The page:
or sign with.
    > > Oh, and just a curiosity question...the pass phrase I come up

    > withreally isn't the private key is it? Is it combine with a random
    > number(i.e. during that generation process that happens when
    > generating akey)? I assume so or else if two people happened to use
    > the same passphrase you'd be able to decrypt each other's messages.
    > So my assumptionis that when you type in your phrase it is used in
    > conjuntion with somerandom number to create your private key. Is
    > that correct?Zach-----BEGIN PGP SIGNATURE-----Version: GnuPG v1.2.4
    > (MingW32)Comment: Using GnuPG with Thunderbird -
    > http://enigmail.mozdev.orgiD8DBQFAn+...AJ9XuPYBCyC1/m
    > dc9y8BrBHFN9tauQCePVsQRpLG/hD8iM+nzTUdvjCvud0==Ghzi-----END PGP
    > SIGNATURE-----


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  3. Re: 2 GnuPG questions

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    Zach Wells writes:

    [Note: I am unable to verify your signature:

    gpg: Signature made Mon May 10 15:39:41 2004 CDT using DSA key ID E6741C8A
    gpg: no valid OpenPGP data found.
    gpg: Total number processed: 0
    gpg: Can't check signature: public key not found

    It seems that the keyservers do not have your key.]

    >First, when I execute:


    >gpg --search-keys --keyserver pgpkeys.mit.edu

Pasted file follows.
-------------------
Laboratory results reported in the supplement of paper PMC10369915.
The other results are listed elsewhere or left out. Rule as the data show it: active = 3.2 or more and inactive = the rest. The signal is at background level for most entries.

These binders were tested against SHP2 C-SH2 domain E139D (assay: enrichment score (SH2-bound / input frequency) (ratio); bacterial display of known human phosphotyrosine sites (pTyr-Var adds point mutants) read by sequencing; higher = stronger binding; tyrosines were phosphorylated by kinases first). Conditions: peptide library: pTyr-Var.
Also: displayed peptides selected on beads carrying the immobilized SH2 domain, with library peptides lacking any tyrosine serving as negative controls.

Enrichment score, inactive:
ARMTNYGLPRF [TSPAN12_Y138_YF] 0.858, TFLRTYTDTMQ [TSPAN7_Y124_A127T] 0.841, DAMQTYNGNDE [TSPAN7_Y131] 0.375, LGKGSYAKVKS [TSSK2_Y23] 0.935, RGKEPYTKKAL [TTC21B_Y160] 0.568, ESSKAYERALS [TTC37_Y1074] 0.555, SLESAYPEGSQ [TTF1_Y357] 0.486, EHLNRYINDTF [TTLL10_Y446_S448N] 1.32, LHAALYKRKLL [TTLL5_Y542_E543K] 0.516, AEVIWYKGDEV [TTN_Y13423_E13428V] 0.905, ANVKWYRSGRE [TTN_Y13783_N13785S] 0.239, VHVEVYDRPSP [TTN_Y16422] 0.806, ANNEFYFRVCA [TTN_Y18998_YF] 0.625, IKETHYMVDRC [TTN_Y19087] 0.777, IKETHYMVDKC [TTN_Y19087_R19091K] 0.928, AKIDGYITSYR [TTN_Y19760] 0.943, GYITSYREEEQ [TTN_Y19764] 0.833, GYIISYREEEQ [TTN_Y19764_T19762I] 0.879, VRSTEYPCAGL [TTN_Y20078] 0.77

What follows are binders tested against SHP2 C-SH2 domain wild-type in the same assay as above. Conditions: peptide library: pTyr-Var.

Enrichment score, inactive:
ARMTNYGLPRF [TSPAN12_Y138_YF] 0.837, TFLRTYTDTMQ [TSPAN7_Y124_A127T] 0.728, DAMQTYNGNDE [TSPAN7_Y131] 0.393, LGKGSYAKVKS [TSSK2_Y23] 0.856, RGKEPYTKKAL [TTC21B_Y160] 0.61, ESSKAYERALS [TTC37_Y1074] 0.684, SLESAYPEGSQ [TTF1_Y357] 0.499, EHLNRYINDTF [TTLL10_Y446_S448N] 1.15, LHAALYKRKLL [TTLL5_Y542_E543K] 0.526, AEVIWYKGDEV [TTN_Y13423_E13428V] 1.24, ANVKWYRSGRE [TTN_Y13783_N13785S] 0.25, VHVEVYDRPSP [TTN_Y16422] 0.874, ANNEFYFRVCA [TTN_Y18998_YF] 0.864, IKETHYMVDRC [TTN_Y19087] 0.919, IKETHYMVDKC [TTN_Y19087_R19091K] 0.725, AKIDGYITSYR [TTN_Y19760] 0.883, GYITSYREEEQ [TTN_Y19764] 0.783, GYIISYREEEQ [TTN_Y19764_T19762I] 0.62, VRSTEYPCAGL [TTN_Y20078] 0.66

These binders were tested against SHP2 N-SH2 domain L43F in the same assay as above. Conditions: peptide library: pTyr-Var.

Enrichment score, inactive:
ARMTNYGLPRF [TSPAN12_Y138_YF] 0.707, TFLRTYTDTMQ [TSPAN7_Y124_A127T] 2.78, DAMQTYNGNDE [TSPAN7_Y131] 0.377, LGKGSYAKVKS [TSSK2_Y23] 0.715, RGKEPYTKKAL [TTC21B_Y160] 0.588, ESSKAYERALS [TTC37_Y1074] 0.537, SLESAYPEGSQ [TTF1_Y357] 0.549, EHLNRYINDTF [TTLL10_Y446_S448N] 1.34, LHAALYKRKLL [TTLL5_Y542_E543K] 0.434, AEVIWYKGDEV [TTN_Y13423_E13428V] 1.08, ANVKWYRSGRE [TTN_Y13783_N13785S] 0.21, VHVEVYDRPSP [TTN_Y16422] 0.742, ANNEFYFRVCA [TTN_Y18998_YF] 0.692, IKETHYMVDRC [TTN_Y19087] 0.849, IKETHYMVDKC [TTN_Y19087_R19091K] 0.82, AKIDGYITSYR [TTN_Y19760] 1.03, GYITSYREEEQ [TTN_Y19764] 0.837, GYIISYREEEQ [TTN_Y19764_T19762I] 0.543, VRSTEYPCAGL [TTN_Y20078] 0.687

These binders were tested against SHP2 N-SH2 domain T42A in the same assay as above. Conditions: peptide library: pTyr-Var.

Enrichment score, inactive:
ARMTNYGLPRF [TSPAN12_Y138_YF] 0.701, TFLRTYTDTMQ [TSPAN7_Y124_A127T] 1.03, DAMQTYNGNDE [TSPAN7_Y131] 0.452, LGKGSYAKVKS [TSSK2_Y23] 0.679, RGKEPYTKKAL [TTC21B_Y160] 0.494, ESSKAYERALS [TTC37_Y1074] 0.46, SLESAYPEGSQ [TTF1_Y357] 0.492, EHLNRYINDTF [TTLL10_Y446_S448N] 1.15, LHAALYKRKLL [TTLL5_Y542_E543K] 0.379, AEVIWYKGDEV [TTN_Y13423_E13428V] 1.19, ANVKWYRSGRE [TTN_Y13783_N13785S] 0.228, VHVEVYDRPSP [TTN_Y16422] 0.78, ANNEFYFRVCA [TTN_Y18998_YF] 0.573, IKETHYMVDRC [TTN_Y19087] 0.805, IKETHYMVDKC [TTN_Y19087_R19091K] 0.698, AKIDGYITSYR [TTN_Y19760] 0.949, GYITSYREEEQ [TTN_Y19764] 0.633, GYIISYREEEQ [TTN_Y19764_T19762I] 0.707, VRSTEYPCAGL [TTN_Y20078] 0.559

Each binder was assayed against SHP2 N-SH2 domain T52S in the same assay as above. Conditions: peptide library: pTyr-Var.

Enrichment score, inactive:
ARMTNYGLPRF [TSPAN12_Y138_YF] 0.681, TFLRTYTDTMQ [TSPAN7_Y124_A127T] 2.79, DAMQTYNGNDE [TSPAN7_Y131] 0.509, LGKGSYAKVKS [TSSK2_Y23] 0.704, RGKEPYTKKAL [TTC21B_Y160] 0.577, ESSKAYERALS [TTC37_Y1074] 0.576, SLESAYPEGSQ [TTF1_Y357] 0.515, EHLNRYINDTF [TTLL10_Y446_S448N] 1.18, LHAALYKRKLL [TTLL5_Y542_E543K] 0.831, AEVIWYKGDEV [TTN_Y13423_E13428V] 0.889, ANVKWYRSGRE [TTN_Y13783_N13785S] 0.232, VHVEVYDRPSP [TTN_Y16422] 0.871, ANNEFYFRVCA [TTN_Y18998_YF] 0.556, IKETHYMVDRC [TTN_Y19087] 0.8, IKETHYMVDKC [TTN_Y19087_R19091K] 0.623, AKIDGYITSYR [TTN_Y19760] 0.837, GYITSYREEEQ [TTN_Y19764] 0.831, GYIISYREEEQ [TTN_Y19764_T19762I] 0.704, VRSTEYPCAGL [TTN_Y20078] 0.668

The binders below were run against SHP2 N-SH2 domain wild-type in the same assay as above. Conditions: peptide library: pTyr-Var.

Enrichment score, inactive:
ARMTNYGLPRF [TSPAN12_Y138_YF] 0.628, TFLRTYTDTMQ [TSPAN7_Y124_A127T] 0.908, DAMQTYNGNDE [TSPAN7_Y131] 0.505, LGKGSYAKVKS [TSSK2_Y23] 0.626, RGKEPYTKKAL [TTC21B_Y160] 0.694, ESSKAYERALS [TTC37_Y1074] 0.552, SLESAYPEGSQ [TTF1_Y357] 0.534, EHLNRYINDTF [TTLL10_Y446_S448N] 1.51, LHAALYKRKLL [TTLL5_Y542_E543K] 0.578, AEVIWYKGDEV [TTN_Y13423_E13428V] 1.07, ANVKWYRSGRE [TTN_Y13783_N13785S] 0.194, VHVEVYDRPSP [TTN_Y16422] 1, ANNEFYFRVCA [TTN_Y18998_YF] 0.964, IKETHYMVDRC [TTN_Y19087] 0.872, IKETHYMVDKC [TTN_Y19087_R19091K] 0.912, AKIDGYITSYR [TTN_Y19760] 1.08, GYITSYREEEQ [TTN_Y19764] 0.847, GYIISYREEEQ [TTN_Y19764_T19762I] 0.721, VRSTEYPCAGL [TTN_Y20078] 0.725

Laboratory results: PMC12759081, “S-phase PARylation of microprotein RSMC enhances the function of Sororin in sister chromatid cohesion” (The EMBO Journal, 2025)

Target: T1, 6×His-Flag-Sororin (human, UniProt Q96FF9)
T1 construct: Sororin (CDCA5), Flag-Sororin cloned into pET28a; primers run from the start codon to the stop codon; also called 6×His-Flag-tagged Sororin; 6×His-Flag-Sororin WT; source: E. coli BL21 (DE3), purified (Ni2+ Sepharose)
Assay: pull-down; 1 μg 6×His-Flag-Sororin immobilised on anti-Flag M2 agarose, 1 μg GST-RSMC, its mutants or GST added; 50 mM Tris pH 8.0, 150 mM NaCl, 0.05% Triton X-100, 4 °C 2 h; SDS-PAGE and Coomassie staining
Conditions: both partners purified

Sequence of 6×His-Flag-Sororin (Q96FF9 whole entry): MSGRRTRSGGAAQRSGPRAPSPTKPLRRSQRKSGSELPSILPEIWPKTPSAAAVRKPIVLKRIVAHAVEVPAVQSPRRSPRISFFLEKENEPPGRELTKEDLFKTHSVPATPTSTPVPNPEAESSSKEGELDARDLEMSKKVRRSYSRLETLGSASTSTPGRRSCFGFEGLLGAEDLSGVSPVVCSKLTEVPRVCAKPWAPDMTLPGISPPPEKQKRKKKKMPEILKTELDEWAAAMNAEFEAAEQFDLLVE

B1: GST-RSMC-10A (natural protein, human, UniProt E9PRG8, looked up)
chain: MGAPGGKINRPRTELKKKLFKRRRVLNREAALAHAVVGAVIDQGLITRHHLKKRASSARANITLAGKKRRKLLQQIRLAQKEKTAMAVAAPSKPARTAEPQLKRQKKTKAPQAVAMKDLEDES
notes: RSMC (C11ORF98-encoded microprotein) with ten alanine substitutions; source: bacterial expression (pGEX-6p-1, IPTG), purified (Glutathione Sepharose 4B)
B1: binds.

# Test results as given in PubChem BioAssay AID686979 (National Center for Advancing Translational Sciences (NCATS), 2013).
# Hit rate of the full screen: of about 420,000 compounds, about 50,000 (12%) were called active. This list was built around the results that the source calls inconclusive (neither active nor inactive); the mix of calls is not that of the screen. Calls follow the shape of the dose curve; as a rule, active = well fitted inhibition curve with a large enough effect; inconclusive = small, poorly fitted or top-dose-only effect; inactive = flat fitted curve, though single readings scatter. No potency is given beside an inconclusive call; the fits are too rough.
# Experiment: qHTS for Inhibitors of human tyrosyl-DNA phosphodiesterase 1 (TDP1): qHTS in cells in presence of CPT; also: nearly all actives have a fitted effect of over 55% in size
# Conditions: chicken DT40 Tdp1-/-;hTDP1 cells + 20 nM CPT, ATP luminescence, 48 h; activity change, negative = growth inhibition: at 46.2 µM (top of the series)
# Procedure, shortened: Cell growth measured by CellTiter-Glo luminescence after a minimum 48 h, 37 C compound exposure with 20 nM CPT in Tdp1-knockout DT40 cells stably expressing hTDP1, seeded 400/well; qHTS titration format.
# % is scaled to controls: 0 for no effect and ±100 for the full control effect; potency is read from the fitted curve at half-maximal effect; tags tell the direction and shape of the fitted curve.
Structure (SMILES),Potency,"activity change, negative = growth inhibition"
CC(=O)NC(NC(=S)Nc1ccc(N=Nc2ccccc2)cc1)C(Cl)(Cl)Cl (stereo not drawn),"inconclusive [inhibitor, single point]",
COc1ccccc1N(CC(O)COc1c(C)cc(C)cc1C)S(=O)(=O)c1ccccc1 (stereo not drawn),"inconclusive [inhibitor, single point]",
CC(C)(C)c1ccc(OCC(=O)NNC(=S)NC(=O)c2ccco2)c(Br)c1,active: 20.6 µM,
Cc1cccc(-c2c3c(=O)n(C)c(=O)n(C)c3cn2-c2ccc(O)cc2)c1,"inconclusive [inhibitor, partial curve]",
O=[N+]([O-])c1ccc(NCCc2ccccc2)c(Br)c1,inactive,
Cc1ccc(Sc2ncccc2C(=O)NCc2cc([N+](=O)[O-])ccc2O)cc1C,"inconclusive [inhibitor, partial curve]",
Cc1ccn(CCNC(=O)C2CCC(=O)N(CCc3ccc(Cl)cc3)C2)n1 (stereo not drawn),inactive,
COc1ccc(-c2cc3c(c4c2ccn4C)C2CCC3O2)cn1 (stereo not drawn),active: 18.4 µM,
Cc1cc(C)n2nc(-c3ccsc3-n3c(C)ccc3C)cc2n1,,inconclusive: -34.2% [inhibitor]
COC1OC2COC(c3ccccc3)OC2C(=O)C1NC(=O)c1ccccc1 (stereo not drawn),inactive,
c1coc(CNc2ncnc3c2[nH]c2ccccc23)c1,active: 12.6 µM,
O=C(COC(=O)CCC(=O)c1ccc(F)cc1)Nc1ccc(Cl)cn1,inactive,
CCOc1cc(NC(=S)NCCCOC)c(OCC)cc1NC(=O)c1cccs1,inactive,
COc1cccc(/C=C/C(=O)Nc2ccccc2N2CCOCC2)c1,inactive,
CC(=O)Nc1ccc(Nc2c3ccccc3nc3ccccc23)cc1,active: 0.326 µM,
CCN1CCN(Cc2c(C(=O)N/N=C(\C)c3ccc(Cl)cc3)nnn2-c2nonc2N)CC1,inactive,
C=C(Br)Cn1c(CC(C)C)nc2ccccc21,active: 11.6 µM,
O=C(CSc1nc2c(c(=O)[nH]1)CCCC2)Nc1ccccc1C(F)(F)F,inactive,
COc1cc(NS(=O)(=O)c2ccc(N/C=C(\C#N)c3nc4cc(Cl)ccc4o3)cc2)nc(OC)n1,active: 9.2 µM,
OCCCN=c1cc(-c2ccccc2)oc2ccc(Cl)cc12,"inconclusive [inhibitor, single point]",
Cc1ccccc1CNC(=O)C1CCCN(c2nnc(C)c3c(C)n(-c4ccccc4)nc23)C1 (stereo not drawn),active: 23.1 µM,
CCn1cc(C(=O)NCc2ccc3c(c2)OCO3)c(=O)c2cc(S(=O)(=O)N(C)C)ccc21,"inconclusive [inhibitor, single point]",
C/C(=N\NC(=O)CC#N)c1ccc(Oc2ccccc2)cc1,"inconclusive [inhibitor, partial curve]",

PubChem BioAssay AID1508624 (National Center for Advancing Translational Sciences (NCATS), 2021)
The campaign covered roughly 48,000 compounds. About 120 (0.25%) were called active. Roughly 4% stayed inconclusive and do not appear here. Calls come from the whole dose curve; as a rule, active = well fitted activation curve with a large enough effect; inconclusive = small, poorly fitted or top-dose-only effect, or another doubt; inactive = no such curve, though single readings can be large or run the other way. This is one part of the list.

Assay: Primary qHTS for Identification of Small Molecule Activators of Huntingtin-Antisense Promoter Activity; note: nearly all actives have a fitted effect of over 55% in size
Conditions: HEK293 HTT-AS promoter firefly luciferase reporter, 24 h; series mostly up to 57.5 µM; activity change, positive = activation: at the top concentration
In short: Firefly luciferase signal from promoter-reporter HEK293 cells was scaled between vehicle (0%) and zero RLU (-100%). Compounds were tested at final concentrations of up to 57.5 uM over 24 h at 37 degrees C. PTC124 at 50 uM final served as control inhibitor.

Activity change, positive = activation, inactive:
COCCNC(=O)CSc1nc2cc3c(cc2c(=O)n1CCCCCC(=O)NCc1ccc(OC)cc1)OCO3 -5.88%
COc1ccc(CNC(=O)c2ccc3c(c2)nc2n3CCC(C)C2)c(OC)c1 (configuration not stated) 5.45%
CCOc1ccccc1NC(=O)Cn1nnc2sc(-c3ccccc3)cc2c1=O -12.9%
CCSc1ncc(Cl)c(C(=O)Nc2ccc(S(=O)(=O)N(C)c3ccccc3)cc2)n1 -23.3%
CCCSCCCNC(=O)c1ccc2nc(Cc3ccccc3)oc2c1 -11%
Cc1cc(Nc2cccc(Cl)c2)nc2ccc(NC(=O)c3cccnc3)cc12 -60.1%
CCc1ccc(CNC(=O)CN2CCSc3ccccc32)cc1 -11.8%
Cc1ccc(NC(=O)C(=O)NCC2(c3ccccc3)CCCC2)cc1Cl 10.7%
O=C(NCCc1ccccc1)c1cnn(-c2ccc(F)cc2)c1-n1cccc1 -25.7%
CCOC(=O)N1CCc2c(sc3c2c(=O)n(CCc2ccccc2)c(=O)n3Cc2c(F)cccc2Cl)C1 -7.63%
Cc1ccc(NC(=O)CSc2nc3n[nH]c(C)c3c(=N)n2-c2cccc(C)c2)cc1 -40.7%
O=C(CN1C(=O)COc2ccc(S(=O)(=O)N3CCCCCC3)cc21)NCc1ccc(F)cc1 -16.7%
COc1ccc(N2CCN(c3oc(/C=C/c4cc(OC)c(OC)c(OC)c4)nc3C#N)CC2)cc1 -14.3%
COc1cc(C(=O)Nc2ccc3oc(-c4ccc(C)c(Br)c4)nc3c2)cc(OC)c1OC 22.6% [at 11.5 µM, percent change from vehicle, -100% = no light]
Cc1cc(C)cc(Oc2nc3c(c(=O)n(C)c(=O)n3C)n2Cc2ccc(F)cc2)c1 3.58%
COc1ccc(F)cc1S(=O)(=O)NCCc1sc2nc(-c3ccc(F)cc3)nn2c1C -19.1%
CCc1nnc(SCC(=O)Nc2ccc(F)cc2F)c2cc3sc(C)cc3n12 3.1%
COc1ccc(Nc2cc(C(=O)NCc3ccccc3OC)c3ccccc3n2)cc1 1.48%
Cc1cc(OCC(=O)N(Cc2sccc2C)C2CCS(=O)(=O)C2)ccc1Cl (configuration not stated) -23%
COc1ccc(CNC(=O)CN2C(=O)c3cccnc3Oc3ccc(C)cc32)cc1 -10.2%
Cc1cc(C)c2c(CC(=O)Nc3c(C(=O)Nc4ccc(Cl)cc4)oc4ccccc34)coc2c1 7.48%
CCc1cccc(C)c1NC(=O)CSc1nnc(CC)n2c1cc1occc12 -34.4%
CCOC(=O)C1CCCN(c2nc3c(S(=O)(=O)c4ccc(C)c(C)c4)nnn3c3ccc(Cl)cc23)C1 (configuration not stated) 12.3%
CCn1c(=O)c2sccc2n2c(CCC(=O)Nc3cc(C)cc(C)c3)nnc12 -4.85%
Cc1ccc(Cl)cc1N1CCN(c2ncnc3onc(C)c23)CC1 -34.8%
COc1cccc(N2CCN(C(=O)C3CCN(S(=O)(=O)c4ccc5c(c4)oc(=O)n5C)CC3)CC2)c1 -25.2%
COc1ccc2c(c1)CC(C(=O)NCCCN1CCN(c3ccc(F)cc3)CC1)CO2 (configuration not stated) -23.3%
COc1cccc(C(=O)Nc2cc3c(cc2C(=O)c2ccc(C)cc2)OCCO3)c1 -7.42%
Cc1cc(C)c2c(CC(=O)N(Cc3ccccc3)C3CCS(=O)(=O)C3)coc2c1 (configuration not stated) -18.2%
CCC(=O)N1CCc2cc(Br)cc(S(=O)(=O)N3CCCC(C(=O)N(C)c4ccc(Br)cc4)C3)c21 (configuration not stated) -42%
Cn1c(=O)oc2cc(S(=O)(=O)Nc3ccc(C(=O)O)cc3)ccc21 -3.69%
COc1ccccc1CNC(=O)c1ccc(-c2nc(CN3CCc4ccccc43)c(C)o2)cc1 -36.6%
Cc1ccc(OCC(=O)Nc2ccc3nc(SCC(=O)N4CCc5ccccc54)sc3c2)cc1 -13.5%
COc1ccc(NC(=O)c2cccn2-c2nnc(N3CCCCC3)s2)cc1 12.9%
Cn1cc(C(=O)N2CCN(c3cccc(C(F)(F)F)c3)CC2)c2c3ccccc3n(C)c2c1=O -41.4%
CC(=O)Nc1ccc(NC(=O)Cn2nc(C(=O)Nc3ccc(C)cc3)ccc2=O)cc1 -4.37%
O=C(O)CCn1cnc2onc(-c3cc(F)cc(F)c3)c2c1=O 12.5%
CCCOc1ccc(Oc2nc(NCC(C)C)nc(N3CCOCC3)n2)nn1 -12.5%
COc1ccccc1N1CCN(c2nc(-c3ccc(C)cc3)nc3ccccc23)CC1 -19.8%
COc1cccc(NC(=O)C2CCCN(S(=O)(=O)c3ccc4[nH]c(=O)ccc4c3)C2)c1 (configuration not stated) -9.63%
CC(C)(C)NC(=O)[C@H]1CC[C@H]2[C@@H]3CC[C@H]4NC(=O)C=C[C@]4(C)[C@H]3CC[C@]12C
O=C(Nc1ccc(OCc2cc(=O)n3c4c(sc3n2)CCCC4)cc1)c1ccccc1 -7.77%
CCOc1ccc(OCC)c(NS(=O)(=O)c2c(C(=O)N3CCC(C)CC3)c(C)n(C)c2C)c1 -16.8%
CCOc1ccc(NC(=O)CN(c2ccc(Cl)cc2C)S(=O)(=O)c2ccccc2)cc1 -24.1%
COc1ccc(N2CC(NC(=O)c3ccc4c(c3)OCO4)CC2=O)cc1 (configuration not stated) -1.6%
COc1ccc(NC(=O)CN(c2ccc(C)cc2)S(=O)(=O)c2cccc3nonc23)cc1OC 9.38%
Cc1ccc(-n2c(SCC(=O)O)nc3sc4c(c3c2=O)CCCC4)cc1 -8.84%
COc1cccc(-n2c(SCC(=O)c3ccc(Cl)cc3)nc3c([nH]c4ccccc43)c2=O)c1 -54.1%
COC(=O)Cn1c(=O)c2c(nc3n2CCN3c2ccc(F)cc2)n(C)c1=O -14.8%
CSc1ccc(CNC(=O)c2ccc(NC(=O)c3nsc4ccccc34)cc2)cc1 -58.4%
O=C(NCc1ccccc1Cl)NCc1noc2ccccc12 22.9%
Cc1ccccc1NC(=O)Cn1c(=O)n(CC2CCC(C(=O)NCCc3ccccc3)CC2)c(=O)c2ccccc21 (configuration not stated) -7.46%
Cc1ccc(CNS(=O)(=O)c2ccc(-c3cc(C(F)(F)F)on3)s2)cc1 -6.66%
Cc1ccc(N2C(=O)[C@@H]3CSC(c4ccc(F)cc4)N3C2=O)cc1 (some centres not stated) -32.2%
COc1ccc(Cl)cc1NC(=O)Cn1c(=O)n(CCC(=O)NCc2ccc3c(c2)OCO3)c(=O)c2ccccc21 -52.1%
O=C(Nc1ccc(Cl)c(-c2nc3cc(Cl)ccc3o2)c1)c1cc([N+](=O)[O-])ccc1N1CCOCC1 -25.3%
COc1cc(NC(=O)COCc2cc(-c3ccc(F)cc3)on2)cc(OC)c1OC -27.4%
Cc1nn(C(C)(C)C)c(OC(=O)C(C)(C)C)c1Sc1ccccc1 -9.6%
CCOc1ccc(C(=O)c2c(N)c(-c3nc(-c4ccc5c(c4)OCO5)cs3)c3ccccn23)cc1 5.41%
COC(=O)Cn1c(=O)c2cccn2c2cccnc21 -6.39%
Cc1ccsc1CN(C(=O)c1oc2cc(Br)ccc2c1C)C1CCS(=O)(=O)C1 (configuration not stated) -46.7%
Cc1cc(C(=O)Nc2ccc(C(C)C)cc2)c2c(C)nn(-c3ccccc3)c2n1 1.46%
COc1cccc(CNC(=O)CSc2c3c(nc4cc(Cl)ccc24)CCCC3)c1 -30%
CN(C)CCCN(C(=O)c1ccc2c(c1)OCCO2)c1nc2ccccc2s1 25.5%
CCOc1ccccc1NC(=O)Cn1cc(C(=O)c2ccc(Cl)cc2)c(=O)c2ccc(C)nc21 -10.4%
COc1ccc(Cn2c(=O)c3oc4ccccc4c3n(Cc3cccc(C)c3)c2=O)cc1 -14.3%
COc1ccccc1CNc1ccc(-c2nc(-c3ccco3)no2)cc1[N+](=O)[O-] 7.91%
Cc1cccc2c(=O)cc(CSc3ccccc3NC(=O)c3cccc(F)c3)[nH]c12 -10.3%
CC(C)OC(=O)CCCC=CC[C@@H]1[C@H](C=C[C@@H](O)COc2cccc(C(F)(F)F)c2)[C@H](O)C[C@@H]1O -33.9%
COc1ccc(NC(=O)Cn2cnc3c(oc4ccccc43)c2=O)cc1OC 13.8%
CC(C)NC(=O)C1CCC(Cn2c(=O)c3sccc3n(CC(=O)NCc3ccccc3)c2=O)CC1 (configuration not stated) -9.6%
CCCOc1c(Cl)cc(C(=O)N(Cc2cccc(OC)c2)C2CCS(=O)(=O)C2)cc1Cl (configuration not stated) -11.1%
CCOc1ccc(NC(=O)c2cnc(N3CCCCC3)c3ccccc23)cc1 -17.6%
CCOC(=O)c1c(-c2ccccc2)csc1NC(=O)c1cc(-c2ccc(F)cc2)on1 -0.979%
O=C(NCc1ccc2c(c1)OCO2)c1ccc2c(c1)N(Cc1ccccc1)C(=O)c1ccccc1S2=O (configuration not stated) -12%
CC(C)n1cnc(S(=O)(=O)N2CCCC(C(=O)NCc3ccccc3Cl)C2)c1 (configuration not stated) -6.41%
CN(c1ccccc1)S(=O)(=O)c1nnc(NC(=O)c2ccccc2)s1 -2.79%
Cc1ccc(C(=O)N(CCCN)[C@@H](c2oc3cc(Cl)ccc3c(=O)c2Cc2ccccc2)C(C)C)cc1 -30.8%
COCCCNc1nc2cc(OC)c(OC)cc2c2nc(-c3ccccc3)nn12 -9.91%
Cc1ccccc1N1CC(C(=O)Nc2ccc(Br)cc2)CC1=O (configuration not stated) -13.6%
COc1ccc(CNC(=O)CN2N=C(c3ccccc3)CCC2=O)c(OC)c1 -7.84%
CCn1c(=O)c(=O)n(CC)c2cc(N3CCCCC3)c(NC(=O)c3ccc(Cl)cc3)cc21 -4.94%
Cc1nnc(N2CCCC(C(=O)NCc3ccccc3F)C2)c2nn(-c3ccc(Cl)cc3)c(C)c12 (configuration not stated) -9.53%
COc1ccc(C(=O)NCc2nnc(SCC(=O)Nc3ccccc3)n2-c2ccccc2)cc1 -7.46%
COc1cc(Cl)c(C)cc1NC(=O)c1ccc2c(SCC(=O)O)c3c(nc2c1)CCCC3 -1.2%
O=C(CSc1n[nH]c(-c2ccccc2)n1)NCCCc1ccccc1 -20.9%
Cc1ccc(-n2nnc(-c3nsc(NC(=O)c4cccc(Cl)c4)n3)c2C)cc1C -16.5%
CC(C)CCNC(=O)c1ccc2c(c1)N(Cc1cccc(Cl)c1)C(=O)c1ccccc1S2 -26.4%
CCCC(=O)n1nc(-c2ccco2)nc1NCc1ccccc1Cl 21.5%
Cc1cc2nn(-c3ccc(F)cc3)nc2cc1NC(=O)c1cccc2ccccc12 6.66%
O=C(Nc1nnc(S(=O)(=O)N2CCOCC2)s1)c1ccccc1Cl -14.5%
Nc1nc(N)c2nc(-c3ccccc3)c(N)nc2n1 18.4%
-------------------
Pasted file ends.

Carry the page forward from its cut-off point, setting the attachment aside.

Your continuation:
>I get the following output:
    >gpg: searching for "" from HKP server pgpkeys.mit.edu
    >gpg: can't search keyserver: eof
    >gpg: keyserver search failed: eof


    Maybe the keyservers don't have your key.

    A search works fine for me using my email address.

    >Second problem. What is the proper procedure for moving keys between two
    >computers?


    I normally use rsynch over ssh (via dsl) to synchronize my keyrings
    between home and work computer. I do this for both "pubring.gpg" and
    "secring.gpg".



    But you could use

    gpg --armor --export-secret-keys keyname > secret.asc
    gpg --armor --export keyname > public.asc

    to save to ascii files. Then copy those between your computers (maybe
    use a floppy or a usb memory stick), then use "--import" to import
    them on the other system.

    > For example, at home I created a private key with passphrase
    >A. At work, if all I have is passphrase A and the email I used, can I
    >import that key from a server or something?


    No. The passphrase by itself doesn't do anything. You need the
    secret key.

    >Oh, and just a curiosity question...the pass phrase I come up with
    >really isn't the private key is it?


    No.

    The private key is stored in your keyring, encrypted (conventional
    encryption). The passphase is what you need to decrypt the private
    key in order to access it.

    > So my assumption
    >is that when you type in your phrase it is used in conjuntion with some
    >random number to create your private key. Is that correct?


    Not quite. The pass phase is used to decrypt your private key.

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  4. Re: 2 GnuPG questions

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    Neil W Rickert wrote:



    Thanks for all that info. I've got much better understanding now (along
    with a new key) so things should be good.

    Zach